We were also joined by Dr. Robert Lawrence, founding director of the Center for a Livable Future at the Johns Hopkins Bloomberg School of Public Health. Dr. Lawrence believes that shifting attitudes and palates toward healthy food must start early, even before children are school-aged. This idea, what Dr. Lawrence calls “taste acquisition,” is one of the main reasons why nutrition education for families is so important to addressing the broader issue of school food systems.
Leah Lizarondo, co-founder and CEO of 412 Food Rescue, shared her perspective as a boots on the ground operative working to cut food surplus and redirect it to feed the hungry. 412 Food Rescue’s real-time, innovative technology model matches food donors to beneficiaries. Leah talked about her organization’s focus on nourishing students outside of school, educating families about healthy eating, and like Dr. Lawrence, emphasized why habits at home are a large part of the transformation equation.
Rounding out our panel was John Mandyck, an internationally recognized voice at the intersection of food waste, hunger and climate change. John brought a global perspective on the correlation between food waste and sustainability, and helped shed light on where opportunities lie for schools. When you consider that food waste makes up nearly a quarter of total waste generated by schools, the impacts are tremendous. John reminded us that there are environmental consequences to food waste, not just in terms of a carbon footprint, but also in terms of water and energy used for production and transportation. Every small step is going to make a difference, he said, and schools play an important role in educating children about the implications of waste and the importance of conservation – lessons and questions that they can then start bringing up at home. Attendees of this year’s conference will be able to deepen their understanding of all of these exciting challenges even after they leave Pittsburgh, thanks to UTC and their generous donation of copies of John’s book, Food Foolish, to conference participants.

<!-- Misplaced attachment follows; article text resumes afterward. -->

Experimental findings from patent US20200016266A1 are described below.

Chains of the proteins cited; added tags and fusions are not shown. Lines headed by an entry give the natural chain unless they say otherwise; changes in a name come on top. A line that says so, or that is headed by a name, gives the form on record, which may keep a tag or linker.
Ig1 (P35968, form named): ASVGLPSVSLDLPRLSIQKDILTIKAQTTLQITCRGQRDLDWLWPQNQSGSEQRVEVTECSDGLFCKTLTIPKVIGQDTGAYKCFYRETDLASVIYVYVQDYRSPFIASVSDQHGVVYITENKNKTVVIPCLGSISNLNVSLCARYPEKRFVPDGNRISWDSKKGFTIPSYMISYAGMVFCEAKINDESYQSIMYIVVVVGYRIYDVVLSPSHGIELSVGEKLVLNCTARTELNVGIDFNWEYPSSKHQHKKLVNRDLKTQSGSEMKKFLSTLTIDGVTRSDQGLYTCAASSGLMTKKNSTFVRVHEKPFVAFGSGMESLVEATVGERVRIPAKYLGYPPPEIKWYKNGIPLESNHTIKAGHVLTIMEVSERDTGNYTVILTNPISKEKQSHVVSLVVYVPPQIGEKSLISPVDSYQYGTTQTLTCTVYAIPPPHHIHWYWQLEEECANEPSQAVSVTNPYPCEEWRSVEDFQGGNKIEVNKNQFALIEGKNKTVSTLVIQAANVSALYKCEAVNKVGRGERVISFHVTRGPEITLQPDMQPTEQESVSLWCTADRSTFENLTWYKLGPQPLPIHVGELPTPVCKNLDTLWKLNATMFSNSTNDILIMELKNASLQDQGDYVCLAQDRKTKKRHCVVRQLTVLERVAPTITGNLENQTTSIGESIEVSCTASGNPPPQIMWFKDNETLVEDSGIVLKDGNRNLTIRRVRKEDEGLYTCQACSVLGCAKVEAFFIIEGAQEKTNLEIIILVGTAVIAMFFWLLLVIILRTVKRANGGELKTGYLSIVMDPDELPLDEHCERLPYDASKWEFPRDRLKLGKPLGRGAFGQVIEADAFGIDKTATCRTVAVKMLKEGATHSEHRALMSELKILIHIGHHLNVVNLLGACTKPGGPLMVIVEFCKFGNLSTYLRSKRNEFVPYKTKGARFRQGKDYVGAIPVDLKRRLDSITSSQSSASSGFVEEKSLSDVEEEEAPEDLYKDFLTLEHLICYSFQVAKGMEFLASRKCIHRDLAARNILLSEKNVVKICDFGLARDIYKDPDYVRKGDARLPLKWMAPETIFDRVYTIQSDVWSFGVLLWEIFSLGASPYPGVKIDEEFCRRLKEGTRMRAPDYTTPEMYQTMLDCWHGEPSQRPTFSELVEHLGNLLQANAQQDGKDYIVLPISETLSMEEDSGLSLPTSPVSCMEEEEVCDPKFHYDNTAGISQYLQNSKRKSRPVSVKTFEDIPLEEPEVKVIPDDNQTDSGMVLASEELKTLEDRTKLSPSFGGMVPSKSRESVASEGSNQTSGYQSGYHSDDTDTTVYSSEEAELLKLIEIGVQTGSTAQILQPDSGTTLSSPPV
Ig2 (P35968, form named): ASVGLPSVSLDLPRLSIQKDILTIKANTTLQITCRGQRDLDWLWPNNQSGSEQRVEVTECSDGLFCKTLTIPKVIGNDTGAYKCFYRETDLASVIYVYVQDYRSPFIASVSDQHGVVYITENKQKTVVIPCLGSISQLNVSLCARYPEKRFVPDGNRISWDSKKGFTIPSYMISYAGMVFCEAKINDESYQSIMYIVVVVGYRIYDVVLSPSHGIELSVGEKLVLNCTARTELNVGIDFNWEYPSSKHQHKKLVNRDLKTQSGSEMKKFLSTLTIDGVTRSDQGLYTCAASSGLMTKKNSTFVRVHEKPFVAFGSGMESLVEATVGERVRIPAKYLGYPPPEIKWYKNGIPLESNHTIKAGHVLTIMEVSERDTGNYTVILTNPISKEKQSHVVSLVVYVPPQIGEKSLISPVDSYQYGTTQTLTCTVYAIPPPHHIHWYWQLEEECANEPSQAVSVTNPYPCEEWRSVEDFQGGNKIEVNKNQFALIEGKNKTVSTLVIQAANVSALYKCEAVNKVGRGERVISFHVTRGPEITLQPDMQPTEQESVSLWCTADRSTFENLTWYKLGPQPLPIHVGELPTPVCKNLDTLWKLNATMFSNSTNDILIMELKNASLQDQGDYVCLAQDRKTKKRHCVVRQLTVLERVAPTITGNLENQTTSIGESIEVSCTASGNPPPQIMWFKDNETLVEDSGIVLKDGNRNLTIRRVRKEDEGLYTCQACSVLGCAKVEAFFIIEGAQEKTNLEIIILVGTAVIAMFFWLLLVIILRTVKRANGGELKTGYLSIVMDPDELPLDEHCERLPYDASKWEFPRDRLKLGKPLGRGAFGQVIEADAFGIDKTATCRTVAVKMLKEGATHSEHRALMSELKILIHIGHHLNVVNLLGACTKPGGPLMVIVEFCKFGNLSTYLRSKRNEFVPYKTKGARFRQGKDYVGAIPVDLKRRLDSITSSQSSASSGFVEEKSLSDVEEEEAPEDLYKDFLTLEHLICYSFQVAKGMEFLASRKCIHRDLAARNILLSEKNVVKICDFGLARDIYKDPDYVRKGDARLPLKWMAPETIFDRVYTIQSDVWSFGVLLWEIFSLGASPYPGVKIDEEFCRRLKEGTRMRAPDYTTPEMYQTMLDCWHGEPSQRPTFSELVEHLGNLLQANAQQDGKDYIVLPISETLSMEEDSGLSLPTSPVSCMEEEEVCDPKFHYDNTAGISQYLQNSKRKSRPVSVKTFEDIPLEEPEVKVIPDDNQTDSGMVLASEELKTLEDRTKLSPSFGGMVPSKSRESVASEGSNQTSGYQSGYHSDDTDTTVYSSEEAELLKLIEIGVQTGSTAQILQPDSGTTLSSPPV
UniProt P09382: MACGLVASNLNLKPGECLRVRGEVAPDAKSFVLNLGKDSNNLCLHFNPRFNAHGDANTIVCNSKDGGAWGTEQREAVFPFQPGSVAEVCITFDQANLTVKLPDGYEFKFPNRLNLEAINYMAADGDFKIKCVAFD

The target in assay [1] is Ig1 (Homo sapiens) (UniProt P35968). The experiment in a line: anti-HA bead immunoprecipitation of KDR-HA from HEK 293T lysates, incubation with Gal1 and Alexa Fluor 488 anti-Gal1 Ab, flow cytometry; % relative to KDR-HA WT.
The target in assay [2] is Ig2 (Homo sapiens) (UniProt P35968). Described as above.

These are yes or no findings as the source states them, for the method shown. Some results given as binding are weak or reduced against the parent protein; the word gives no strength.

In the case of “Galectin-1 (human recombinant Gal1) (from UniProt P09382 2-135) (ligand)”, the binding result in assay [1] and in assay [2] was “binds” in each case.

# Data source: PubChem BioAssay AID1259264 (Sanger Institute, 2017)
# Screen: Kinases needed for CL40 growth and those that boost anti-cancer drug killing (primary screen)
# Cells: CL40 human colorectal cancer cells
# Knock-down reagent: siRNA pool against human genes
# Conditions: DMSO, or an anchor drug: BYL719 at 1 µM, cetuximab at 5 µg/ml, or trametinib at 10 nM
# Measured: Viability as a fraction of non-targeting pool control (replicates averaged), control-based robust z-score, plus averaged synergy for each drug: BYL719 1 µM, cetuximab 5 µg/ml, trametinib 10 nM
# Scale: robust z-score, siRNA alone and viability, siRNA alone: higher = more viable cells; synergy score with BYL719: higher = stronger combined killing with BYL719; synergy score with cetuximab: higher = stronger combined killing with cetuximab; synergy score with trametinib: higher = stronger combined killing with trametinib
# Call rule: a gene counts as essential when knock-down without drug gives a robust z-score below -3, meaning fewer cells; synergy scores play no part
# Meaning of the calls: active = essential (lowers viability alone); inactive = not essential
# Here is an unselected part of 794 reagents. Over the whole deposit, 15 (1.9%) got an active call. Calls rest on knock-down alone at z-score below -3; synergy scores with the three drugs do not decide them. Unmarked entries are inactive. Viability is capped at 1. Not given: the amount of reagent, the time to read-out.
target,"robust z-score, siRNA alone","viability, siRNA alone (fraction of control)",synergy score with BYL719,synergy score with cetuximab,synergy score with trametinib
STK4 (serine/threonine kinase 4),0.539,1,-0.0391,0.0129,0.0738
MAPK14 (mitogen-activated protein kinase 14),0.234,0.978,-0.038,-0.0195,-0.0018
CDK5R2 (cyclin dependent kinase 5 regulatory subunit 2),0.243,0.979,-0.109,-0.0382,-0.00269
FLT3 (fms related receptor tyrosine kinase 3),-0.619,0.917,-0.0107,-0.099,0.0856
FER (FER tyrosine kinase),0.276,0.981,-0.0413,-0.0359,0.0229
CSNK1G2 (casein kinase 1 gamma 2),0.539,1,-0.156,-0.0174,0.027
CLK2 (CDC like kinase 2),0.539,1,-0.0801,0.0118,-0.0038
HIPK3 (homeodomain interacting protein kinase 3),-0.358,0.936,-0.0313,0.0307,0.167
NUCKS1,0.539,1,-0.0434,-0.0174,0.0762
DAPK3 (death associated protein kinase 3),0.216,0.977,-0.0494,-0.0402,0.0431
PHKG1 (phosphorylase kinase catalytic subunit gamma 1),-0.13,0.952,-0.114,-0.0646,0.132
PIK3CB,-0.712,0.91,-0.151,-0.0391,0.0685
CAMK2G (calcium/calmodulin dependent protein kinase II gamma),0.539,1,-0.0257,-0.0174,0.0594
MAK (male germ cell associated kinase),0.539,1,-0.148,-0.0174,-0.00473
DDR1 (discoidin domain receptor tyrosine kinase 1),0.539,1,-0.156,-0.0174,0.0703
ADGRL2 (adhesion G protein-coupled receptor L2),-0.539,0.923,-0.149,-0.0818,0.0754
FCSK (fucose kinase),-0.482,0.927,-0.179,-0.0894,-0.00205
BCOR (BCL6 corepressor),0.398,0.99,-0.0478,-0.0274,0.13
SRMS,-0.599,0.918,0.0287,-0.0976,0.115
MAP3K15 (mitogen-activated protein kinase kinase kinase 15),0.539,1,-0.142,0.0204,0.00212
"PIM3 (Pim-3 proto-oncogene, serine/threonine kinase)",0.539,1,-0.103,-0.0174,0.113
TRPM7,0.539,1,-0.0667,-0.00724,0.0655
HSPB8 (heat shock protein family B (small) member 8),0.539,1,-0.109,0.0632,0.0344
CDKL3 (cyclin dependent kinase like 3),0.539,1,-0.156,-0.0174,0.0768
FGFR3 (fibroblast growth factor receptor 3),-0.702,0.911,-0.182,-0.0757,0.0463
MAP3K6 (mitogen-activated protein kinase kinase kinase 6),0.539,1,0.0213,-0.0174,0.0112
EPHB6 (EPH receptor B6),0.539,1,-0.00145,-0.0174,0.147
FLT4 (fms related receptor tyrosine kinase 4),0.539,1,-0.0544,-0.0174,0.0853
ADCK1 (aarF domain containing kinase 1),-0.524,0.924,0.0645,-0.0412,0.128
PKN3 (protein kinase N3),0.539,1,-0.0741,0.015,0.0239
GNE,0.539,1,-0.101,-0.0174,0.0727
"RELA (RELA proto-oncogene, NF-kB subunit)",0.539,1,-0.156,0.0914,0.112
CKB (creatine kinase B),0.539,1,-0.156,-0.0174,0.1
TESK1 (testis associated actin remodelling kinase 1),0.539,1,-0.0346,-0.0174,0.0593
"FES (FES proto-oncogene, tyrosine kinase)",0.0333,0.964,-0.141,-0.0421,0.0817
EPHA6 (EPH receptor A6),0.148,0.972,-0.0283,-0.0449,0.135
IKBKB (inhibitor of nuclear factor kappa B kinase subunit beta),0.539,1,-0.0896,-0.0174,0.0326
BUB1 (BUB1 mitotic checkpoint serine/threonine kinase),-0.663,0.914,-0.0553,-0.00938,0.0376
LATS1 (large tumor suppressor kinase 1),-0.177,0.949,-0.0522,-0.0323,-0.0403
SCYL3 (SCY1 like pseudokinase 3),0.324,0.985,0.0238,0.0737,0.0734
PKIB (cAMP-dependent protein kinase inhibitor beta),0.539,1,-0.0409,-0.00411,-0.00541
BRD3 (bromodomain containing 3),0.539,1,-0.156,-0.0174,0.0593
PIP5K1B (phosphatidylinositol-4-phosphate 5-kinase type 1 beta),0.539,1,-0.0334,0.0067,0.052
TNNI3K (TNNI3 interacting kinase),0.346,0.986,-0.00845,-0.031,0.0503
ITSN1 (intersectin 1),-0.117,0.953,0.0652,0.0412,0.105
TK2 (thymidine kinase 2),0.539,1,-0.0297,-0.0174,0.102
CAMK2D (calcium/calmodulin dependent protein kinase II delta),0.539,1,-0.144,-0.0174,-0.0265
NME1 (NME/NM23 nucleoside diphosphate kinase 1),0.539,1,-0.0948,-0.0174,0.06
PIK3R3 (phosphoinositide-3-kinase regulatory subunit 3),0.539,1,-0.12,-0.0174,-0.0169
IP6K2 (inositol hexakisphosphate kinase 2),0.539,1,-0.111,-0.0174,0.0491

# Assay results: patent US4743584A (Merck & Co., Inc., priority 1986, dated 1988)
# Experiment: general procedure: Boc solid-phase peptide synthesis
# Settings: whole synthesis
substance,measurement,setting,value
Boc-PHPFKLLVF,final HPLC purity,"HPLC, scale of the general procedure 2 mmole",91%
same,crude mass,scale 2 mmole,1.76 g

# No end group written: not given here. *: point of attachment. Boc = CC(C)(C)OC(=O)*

Our expert panelists helped us envision what the transformation of food systems in K-12 schools can look like: it looks like students arriving at school well-fed and ready to take on their morning; it looks like a tasty, well-balanced lunch tray; it looks like tons of good food, milk and water diverted from landfills and delivered into the hands of those who need it most; it looks like families coming together around their table to eat a nutritious meal. It is a big vision, but an attainable one if we approach it collectively.
There are so many organizations doing great work around this aspiration to transform the relationship students have when it comes to feeding themselves, their families and the planet. The Center for Green Schools will continue to work hand in hand with public and private partners to address the systemic cultural and resource challenges pose barriers to true transformation. Having nourished our minds, we move forward with a renewed fire in our bellies - a deeper, stronger conviction to the belief that where we learn matters.